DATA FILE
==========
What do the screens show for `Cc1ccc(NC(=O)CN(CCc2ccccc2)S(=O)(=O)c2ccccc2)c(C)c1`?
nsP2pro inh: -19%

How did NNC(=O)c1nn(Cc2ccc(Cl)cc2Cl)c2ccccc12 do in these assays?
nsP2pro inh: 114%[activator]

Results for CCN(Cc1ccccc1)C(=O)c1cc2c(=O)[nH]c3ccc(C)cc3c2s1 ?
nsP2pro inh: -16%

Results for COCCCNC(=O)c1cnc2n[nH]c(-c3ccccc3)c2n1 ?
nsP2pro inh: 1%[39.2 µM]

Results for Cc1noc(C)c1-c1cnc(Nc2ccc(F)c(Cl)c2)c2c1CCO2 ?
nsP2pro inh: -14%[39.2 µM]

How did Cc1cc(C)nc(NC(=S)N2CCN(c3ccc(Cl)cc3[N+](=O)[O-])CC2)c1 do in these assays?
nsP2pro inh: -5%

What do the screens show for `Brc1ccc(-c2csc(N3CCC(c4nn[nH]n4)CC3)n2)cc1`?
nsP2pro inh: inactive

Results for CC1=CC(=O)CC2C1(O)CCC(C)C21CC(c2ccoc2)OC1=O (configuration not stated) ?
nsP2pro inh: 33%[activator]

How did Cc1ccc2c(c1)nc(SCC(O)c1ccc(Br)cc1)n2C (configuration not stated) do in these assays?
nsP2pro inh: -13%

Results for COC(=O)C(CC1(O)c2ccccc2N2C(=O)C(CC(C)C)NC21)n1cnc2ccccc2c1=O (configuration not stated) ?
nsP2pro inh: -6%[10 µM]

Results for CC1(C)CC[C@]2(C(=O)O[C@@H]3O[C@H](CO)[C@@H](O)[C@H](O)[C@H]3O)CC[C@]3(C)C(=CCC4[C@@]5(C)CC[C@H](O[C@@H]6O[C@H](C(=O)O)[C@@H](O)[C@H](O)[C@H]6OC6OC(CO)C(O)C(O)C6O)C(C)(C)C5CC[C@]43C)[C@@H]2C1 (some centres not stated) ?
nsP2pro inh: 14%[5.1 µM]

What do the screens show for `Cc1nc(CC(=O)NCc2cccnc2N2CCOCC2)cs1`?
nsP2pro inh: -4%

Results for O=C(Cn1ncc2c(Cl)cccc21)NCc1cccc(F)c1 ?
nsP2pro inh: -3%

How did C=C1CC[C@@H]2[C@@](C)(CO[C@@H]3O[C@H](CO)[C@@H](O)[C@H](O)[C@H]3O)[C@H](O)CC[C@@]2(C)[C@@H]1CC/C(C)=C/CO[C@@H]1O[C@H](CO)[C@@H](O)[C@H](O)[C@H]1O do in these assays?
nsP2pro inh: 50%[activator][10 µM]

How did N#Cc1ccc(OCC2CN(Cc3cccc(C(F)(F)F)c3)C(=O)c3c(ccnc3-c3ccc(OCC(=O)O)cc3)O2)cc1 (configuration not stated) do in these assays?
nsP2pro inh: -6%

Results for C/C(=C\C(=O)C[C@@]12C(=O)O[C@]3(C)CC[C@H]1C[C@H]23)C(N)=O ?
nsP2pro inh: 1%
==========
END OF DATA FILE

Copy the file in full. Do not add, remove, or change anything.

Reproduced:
What do the screens show for `Cc1ccc(NC(=O)CN(CCc2ccccc2)S(=O)(=O)c2ccccc2)c(C)c1`?
nsP2pro inh: -19%

How did NNC(=O)c1nn(Cc2ccc(Cl)cc2Cl)c2ccccc12 do in these assays?
nsP2pro inh: 114%[activator]

Results for CCN(Cc1ccccc1)C(=O)c1cc2c(=O)[nH]c3ccc(C)cc3c2s1 ?
nsP2pro inh: -16%

Results for COCCCNC(=O)c1cnc2n[nH]c(-c3ccccc3)c2n1 ?
nsP2pro inh: 1%[39.2 µM]

Results for Cc1noc(C)c1-c1cnc(Nc2ccc(F)c(Cl)c2)c2c1CCO2 ?
nsP2pro inh: -14%[39.2 µM]

How did Cc1cc(C)nc(NC(=S)N2CCN(c3ccc(Cl)cc3[N+](=O)[O-])CC2)c1 do in these assays?
nsP2pro inh: -5%

What do the screens show for `Brc1ccc(-c2csc(N3CCC(c4nn[nH]n4)CC3)n2)cc1`?
nsP2pro inh: inactive

Results for CC1=CC(=O)CC2C1(O)CCC(C)C21CC(c2ccoc2)OC1=O (configuration not stated) ?
nsP2pro inh: 33%[activator]

How did Cc1ccc2c(c1)nc(SCC(O)c1ccc(Br)cc1)n2C (configuration not stated) do in these assays?
nsP2pro inh: -13%

Results for COC(=O)C(CC1(O)c2ccccc2N2C(=O)C(CC(C)C)NC21)n1cnc2ccccc2c1=O (configuration not stated) ?
nsP2pro inh: -6%[10 µM]

Results for CC1(C)CC[C@]2(C(=O)O[C@@H]3O[C@H](CO)[C@@H](O)[C@H](O)[C@H]3O)CC[C@]3(C)C(=CCC4[C@@]5(C)CC[C@H](O[C@@H]6O[C@H](C(=O)O)[C@@H](O)[C@H](O)[C@H]6OC6OC(CO)C(O)C(O)C6O)C(C)(C)C5CC[C@]43C)[C@@H]2C1 (some centres not stated) ?
nsP2pro inh: 14%[5.1 µM]

What do the screens show for `Cc1nc(CC(=O)NCc2cccnc2N2CCOCC2)cs1`?
nsP2pro inh: -4%

Results for O=C(Cn1ncc2c(Cl)cccc21)NCc1cccc(F)c1 ?
nsP2pro inh: -3%

How did C=C1CC[C@@H]2[C@@](C)(CO[C@@H]3O[C@H](CO)[C@@H](O)[C@H](O)[C@H]3O)[C@H](O)CC[C@@]2(C)[C@@H]1CC/C(C)=C/CO[C@@H]1O[C@H](CO)[C@@H](O)[C@H](O)[C@H]1O do in these assays?
nsP2pro inh: 50%[activator][10 µM]

How did N#Cc1ccc(OCC2CN(Cc3cccc(C(F)(F)F)c3)C(=O)c3c(ccnc3-c3ccc(OCC(=O)O)cc3)O2)cc1 (configuration not stated) do in these assays?
nsP2pro inh: -6%

Results for C/C(=C\C(=O)C[C@@]12C(=O)O[C@]3(C)CC[C@H]1C[C@H]23)C(N)=O ?
nsP2pro inh: 1%